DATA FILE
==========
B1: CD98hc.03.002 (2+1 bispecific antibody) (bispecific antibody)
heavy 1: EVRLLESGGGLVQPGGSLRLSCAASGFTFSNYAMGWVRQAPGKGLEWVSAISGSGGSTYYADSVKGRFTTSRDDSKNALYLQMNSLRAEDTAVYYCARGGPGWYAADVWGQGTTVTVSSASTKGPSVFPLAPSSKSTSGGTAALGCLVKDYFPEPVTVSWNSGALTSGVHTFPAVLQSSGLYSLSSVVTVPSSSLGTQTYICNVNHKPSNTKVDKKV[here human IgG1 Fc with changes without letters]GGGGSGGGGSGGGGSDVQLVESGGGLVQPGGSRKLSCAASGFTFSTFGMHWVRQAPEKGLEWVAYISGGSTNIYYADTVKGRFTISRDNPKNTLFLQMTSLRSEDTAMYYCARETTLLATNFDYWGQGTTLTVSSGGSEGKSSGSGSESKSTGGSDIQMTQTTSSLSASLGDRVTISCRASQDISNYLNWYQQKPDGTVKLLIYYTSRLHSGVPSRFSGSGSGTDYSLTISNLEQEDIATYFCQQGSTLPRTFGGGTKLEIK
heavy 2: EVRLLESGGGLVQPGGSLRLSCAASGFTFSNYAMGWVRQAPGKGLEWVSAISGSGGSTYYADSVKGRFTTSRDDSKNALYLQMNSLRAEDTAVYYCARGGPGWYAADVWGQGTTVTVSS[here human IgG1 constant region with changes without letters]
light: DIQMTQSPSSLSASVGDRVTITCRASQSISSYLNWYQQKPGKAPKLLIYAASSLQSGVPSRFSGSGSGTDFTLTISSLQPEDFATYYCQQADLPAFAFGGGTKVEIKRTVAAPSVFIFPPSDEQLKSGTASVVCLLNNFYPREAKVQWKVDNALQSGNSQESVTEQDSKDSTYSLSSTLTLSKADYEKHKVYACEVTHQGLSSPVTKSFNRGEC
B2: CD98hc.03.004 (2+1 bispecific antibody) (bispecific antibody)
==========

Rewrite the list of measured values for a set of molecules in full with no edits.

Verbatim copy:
B1: CD98hc.03.002 (2+1 bispecific antibody) (bispecific antibody)
heavy 1: EVRLLESGGGLVQPGGSLRLSCAASGFTFSNYAMGWVRQAPGKGLEWVSAISGSGGSTYYADSVKGRFTTSRDDSKNALYLQMNSLRAEDTAVYYCARGGPGWYAADVWGQGTTVTVSSASTKGPSVFPLAPSSKSTSGGTAALGCLVKDYFPEPVTVSWNSGALTSGVHTFPAVLQSSGLYSLSSVVTVPSSSLGTQTYICNVNHKPSNTKVDKKV[here human IgG1 Fc with changes without letters]GGGGSGGGGSGGGGSDVQLVESGGGLVQPGGSRKLSCAASGFTFSTFGMHWVRQAPEKGLEWVAYISGGSTNIYYADTVKGRFTISRDNPKNTLFLQMTSLRSEDTAMYYCARETTLLATNFDYWGQGTTLTVSSGGSEGKSSGSGSESKSTGGSDIQMTQTTSSLSASLGDRVTISCRASQDISNYLNWYQQKPDGTVKLLIYYTSRLHSGVPSRFSGSGSGTDYSLTISNLEQEDIATYFCQQGSTLPRTFGGGTKLEIK
heavy 2: EVRLLESGGGLVQPGGSLRLSCAASGFTFSNYAMGWVRQAPGKGLEWVSAISGSGGSTYYADSVKGRFTTSRDDSKNALYLQMNSLRAEDTAVYYCARGGPGWYAADVWGQGTTVTVSS[here human IgG1 constant region with changes without letters]
light: DIQMTQSPSSLSASVGDRVTITCRASQSISSYLNWYQQKPGKAPKLLIYAASSLQSGVPSRFSGSGSGTDFTLTISSLQPEDFATYYCQQADLPAFAFGGGTKVEIKRTVAAPSVFIFPPSDEQLKSGTASVVCLLNNFYPREAKVQWKVDNALQSGNSQESVTEQDSKDSTYSLSSTLTLSKADYEKHKVYACEVTHQGLSSPVTKSFNRGEC
B2: CD98hc.03.004 (2+1 bispecific antibody) (bispecific antibody)